That film is a masterpiece; I am but a learner. When we were writing Sleep Dealer we were trying to think about what the future of what a radically networked social movement would look like, but we couldn’t get there. Instead, I think the contribution of Sleep Dealer is in being a parable, a myth, that thinks through some of the impulses of globalization.
M.E.: How did you first come to this type of work?
A.R.: I grew up in upstate New York, and when I was 15 years old I met Pete Seeger. Without knowing who he was, I ended up doing volunteer work for one of his organizations. After meeting him I learned about his life using music and song as a part of social movements. When I went to college, that’s what I went to study—music and social movements.
M.E.: So you had taken up the claw-hammer banjo?
A.R.: I did learn how to play the five-string banjo, actually! I can still do it. But at a certain moment I decided that the banjo wasn’t the future of social movements. And I decided that through film and video you could express much more complicated and subtle arguments about the world than you can through song.
M.E.: I think you’re pissing off all of the political songwriters out there.
A.R.: With song I think you have an access to the spirit, access to the heart. But with film we have two hours with people trapped in a dark room. You can refer back to something that happened 60 minutes earlier in the film, and you can play with what your viewers remember, and you can build really intimate relationships with characters. You can lay out both an emotional journey and an intellectual argument. I don’t think there’s anybody who will say that you can do all of that in a song.
M.E.: Are you concerned with being pigeonholed as a political filmmaker or having the movie labeled as a “political” film?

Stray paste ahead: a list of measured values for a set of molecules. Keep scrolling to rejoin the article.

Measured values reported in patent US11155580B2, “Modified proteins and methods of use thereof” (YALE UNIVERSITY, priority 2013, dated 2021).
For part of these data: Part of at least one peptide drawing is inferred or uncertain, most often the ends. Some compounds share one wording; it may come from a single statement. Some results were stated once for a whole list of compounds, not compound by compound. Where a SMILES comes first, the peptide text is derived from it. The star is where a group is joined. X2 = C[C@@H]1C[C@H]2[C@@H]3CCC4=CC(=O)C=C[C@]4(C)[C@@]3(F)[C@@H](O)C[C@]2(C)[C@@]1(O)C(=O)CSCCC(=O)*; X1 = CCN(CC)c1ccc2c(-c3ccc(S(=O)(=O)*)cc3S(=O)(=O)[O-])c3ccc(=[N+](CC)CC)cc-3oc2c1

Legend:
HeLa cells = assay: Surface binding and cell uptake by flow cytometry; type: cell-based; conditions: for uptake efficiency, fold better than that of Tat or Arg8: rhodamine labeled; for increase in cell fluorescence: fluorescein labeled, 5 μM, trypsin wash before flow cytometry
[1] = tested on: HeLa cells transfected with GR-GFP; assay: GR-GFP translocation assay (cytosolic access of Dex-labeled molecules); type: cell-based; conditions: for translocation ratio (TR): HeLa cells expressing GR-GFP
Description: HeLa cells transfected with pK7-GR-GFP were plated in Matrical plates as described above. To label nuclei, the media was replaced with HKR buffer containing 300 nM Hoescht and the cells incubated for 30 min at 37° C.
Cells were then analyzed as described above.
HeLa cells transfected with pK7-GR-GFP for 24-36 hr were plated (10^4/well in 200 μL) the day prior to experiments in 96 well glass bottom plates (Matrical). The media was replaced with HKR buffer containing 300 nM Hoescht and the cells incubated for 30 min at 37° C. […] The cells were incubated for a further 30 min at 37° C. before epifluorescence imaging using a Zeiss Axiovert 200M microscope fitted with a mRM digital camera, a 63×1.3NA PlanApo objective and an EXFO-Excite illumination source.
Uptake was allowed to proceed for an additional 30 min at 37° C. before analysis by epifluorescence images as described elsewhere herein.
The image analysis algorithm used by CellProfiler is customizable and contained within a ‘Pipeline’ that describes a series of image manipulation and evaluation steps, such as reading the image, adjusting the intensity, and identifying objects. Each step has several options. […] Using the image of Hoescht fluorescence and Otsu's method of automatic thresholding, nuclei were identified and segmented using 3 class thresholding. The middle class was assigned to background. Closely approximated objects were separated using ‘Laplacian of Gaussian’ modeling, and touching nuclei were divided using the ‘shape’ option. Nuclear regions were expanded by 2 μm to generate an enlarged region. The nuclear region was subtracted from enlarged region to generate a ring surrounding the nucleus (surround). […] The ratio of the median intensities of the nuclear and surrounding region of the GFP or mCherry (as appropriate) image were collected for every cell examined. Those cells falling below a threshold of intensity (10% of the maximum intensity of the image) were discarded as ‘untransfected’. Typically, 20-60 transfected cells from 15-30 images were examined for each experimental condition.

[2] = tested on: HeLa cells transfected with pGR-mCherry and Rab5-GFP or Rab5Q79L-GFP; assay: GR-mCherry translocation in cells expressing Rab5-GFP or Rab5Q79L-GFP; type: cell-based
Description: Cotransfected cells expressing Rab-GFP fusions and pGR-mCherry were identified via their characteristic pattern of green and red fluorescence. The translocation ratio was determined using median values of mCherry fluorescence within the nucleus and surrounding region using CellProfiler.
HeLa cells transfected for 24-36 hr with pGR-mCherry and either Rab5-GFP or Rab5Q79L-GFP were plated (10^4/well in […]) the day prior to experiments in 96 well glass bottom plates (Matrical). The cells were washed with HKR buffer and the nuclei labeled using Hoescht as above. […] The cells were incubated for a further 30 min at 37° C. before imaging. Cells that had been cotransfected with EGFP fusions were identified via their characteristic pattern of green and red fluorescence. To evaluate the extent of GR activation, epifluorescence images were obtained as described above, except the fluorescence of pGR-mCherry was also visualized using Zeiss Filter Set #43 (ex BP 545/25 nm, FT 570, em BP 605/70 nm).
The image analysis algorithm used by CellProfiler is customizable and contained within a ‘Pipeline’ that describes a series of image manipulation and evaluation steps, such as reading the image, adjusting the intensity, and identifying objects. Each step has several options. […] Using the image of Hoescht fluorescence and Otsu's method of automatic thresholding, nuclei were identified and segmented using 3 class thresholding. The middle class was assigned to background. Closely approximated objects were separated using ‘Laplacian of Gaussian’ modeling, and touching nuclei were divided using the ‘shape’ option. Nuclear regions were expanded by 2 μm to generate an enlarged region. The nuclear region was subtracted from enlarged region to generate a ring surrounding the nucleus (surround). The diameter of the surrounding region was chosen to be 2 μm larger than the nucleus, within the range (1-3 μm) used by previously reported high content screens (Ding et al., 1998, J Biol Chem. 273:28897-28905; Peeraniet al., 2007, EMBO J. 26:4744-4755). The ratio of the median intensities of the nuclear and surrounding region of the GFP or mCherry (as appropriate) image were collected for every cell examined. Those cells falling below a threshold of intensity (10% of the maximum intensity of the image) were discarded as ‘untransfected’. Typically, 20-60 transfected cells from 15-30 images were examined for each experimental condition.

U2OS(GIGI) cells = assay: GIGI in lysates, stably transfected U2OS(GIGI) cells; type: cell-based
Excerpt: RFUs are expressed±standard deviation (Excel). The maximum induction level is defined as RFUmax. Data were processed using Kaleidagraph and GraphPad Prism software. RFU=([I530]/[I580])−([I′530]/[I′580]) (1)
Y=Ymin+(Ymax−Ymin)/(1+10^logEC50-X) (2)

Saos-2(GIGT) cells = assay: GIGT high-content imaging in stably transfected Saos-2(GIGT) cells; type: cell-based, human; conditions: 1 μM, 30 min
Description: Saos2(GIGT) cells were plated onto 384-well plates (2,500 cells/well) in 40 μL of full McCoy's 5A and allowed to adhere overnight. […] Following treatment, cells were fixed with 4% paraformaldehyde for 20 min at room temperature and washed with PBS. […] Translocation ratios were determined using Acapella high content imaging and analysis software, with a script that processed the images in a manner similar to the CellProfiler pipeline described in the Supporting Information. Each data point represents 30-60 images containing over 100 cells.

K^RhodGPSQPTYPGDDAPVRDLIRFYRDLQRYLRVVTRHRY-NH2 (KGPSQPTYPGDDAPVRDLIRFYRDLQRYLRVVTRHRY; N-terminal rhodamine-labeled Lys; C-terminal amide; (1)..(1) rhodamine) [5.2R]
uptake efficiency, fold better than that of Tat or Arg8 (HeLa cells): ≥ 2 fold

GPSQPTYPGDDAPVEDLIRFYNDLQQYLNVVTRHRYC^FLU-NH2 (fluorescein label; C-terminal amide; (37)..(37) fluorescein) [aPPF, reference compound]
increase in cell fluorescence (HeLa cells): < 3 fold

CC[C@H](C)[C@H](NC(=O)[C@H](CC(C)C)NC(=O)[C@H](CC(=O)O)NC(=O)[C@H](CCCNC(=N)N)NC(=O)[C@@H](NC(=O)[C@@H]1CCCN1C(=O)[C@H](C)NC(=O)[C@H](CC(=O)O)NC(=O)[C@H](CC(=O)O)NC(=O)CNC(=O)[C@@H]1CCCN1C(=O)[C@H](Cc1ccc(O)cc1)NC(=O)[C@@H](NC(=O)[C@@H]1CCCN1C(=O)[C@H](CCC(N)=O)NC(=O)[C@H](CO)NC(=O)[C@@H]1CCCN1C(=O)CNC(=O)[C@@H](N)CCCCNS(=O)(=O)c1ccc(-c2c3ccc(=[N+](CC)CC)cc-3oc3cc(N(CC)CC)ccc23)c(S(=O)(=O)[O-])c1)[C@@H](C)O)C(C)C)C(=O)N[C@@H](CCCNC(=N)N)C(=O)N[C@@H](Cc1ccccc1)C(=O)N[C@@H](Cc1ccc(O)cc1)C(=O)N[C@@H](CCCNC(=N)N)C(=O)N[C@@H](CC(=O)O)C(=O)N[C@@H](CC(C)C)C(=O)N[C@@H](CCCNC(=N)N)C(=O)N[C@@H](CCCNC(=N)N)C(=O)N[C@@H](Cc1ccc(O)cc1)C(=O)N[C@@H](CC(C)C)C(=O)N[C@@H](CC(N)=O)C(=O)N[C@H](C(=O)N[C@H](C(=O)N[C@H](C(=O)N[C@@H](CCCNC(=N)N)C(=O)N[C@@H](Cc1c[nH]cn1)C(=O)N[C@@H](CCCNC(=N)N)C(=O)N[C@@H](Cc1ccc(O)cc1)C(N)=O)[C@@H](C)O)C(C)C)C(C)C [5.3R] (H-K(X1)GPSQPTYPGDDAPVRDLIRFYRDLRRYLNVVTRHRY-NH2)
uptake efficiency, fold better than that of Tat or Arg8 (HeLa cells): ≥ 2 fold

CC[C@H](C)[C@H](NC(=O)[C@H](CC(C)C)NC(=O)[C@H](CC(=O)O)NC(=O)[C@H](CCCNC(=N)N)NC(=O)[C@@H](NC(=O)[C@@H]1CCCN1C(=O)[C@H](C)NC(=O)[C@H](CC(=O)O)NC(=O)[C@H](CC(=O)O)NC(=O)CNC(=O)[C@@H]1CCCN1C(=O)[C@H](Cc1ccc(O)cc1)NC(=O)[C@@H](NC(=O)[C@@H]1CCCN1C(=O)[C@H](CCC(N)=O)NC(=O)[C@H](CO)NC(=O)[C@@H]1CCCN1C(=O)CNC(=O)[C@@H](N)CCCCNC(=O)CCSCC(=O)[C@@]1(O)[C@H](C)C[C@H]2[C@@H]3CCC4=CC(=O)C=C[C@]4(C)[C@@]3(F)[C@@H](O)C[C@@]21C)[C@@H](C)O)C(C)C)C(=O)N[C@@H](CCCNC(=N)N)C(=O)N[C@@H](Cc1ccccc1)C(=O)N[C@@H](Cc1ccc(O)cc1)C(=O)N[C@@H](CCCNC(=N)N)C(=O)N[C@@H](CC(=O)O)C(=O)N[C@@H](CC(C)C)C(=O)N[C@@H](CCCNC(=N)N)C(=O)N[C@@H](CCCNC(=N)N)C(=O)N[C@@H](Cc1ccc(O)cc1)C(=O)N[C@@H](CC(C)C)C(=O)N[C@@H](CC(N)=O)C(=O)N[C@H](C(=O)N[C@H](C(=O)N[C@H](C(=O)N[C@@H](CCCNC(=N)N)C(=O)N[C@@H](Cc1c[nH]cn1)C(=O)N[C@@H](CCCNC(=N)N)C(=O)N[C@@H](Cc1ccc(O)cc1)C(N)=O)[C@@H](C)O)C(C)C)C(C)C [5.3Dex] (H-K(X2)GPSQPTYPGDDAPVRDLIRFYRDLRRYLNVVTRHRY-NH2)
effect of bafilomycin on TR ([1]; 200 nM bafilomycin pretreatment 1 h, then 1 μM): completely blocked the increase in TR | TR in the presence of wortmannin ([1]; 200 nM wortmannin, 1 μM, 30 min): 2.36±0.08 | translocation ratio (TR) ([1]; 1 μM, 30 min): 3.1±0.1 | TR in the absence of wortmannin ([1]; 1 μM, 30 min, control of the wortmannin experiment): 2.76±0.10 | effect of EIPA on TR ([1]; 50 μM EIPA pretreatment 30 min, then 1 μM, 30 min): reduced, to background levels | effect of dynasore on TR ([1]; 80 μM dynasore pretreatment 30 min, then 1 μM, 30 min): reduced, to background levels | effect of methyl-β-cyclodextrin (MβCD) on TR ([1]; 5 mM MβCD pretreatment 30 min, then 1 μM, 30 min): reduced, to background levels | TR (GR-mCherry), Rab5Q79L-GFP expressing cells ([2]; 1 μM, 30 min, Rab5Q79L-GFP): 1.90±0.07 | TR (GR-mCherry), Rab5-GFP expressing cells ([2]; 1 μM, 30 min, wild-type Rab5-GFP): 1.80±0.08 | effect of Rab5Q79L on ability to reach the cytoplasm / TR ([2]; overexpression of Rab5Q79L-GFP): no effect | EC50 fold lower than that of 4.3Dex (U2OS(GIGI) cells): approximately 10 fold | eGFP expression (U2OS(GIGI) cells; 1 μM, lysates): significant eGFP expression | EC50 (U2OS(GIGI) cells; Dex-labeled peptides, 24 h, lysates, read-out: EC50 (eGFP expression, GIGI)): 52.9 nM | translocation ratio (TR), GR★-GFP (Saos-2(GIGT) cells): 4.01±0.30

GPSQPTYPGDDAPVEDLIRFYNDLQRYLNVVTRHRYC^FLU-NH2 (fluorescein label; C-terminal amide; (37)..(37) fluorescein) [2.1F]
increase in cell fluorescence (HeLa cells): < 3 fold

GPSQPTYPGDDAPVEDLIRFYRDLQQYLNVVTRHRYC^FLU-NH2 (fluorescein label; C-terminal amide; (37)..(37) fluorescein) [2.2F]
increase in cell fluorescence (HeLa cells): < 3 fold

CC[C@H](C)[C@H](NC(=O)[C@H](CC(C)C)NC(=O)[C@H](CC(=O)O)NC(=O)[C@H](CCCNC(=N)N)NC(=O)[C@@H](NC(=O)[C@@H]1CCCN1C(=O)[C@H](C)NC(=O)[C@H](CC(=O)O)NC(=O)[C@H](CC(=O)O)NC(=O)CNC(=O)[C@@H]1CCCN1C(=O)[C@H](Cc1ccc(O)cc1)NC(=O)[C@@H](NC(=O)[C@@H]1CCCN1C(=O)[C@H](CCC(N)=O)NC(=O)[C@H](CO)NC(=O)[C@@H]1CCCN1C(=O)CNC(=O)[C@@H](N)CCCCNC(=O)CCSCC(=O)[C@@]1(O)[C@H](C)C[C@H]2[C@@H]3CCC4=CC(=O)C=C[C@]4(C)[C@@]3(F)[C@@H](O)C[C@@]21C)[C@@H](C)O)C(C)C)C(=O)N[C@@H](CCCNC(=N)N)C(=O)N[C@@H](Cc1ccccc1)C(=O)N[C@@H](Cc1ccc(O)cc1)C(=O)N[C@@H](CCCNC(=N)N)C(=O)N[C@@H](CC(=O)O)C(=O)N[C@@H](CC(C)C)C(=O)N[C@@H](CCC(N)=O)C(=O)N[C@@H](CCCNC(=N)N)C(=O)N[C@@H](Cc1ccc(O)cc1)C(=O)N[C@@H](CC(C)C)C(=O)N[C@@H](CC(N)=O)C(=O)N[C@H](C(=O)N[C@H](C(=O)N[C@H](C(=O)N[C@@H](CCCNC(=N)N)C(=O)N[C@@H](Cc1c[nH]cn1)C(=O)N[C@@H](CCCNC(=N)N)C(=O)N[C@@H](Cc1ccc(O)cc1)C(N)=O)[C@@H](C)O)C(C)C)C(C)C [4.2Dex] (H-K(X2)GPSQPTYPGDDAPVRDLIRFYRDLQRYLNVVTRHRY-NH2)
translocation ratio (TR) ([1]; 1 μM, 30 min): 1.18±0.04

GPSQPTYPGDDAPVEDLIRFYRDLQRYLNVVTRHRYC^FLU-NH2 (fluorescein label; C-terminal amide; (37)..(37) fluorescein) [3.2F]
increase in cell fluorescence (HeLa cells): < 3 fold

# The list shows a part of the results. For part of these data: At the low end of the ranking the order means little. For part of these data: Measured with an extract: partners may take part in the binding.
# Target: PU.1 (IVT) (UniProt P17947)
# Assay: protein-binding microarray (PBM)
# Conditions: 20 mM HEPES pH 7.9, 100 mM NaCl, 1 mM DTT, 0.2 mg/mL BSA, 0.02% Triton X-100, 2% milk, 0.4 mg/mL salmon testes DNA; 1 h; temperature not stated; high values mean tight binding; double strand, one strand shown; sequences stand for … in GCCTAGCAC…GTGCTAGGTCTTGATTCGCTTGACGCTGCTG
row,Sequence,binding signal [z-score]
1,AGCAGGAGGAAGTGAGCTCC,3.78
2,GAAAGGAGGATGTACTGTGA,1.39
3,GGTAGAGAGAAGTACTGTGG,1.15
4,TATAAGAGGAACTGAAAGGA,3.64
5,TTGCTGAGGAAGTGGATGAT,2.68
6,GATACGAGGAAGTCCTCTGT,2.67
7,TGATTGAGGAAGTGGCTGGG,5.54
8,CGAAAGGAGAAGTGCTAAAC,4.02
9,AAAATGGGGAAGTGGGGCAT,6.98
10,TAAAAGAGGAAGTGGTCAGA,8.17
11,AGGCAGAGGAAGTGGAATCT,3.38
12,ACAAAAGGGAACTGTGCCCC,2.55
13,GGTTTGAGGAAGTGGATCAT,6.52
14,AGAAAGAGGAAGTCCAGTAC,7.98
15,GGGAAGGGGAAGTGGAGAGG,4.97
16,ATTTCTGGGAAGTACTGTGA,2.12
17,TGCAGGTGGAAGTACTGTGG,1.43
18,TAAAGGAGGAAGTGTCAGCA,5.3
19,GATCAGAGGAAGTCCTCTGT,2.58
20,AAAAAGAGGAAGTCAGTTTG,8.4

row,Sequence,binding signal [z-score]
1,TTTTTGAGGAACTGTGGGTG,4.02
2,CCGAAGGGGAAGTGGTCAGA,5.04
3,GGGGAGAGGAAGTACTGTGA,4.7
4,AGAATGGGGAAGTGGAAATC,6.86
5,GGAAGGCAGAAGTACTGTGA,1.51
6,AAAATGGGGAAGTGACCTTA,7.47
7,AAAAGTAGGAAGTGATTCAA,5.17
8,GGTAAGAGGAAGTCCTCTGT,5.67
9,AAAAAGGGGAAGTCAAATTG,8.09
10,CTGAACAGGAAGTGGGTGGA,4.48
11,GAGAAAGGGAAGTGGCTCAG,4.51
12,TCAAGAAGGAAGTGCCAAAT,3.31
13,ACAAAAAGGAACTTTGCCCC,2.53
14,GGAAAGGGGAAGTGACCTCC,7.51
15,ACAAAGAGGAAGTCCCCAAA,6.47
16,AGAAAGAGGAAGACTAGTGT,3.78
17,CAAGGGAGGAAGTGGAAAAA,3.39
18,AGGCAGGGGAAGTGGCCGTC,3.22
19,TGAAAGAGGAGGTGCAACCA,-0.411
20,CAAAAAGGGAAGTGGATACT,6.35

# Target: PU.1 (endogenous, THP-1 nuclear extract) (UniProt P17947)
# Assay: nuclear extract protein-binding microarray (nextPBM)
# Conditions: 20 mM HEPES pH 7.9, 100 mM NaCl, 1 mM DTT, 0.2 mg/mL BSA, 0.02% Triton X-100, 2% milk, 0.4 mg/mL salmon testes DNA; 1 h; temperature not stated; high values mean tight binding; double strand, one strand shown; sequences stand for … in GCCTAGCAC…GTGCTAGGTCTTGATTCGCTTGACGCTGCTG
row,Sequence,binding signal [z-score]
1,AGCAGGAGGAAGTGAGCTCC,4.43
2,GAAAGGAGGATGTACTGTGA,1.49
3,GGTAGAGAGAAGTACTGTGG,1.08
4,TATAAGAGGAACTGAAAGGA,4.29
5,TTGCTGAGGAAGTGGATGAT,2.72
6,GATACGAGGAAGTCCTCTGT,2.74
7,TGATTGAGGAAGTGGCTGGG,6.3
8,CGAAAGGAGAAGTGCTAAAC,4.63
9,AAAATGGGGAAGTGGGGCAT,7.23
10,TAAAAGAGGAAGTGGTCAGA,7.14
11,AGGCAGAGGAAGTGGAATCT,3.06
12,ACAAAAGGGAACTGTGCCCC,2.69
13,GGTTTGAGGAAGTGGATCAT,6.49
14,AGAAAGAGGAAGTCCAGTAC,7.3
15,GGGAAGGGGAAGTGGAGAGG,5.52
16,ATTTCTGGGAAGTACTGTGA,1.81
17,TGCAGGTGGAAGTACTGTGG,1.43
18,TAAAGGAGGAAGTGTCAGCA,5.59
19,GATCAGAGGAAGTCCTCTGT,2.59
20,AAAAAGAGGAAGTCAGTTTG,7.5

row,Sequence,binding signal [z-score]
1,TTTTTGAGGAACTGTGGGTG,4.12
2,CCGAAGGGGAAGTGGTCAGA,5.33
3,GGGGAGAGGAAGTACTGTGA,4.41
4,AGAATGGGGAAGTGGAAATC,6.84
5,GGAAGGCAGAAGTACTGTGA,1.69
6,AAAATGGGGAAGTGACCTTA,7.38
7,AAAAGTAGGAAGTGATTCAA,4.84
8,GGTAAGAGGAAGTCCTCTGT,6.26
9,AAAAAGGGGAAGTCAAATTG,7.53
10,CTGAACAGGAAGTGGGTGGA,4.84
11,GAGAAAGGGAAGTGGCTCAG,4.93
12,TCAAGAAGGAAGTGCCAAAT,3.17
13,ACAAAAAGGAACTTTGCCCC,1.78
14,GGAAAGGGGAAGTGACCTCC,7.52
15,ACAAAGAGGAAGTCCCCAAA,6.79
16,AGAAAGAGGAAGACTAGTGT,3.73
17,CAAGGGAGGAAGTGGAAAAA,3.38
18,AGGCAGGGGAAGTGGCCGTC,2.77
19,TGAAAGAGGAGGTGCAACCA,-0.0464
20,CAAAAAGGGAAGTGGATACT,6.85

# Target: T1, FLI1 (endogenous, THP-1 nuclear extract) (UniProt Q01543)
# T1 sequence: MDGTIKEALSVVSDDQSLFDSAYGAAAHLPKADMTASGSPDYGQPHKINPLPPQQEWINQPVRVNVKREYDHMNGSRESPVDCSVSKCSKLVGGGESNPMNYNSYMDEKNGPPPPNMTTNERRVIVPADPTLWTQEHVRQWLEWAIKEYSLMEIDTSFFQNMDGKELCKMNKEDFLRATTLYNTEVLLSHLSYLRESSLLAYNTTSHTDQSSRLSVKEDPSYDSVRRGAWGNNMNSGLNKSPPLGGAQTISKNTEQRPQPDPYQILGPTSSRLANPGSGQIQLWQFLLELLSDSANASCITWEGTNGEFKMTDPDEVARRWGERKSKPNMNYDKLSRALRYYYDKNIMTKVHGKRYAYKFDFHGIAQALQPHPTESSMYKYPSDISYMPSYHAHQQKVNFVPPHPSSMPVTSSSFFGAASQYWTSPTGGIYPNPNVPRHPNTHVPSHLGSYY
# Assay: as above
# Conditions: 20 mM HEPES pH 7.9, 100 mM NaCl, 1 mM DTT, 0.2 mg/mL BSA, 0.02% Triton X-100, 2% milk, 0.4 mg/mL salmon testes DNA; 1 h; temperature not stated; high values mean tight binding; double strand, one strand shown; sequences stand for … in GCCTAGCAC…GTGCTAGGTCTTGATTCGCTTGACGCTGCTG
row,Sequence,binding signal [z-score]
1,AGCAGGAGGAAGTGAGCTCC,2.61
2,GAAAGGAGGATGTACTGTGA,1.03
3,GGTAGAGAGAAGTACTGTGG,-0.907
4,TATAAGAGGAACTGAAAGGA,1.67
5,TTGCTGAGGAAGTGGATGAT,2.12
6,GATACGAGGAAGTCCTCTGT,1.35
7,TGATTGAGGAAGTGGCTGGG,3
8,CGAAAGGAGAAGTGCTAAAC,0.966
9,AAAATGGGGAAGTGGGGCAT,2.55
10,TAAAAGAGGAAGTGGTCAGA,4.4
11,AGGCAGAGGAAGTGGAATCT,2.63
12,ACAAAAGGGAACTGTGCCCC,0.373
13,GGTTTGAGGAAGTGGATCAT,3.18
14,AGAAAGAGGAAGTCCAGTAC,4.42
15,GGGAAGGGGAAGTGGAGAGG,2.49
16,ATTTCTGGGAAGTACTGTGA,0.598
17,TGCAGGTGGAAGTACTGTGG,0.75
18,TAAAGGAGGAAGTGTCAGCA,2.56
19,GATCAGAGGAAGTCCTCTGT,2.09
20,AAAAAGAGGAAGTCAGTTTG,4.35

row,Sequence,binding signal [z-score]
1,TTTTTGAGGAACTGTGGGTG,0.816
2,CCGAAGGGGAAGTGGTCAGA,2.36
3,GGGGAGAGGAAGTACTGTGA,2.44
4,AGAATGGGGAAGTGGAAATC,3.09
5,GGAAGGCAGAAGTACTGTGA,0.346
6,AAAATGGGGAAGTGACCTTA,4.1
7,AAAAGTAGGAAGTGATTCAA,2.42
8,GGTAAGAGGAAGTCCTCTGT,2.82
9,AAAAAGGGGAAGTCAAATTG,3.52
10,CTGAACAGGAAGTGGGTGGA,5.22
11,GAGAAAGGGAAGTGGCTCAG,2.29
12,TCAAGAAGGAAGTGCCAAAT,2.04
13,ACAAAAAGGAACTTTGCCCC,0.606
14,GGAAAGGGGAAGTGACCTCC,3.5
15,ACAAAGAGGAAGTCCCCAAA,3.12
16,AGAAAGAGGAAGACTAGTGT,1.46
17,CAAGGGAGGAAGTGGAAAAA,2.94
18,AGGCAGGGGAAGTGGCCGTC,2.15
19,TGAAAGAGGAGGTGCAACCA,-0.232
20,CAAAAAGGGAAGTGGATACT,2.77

A.R.: I’d be happy to be pigeonholed as a political filmmaker. For me, making a film is so difficult and so challenging that I only want to make films that are relevant to the world we live in.
M.E.: Do you see a trend toward politics, or maybe away from politics, in science fiction filmmaking today?
A.R.: Science fiction has always had a radical history, all the way from Fritz Lang’s Metropolis to Terry Gilliam’s Brazil, which is a comedic portrait of fascism, up to Gattaca, which looks at the way that DNA profiling could be used by the government, to Children of Men, to Michael Winterbottom’s Code 46.
Science fiction has always been a space for radical critique on one hand, and, on the other, for selling Happy Meals. I do think that science fiction today is at risk of being completely co-opted by superhero movies, big franchises, and xenophobic fantasies about space aliens. It has that face as well. But I think the long history, going back almost a hundred years, is of science fiction as a place for forward-thinking, radical thought.
M.E.: Perhaps unique among these movies you’ve mentioned, Sleep Dealer is a bi-lingual film, with the vast majority of the dialogue in Spanish. How did you think about language in the film?
A.R.: We need to know in our guts that we are going into a future that will be multi-cultural. I think we are seeing in the news right now that America might not be the only world power in the future, that English might not be the international language of choice. So, for me, doing a science fiction set in the South and doing it in a language that was not English was fundamental. I’d love to do a science fiction in Nahuatl, or in Tagalog, or in Pashto. The language is just part of a gesture that says, the future belongs to all of us.
I think the situation we’re in is very striking. It is as if you met somebody and you asked them, “What do you want to have in your future?” And they said, “I don’t know. I’ve never thought about it.” In the cinema, that’s what we have for the entire global South. We don’t have any cinema that reflects on the future of the so-called Third World. There’s zero.
Why is it that we’ve seen comedies from the South, we’ve seen romances from the South, we’ve seen action movies from the South? We’ve seen everything but reflections on the future. To me, the first step to getting to the future that you want to live in is to imagine it.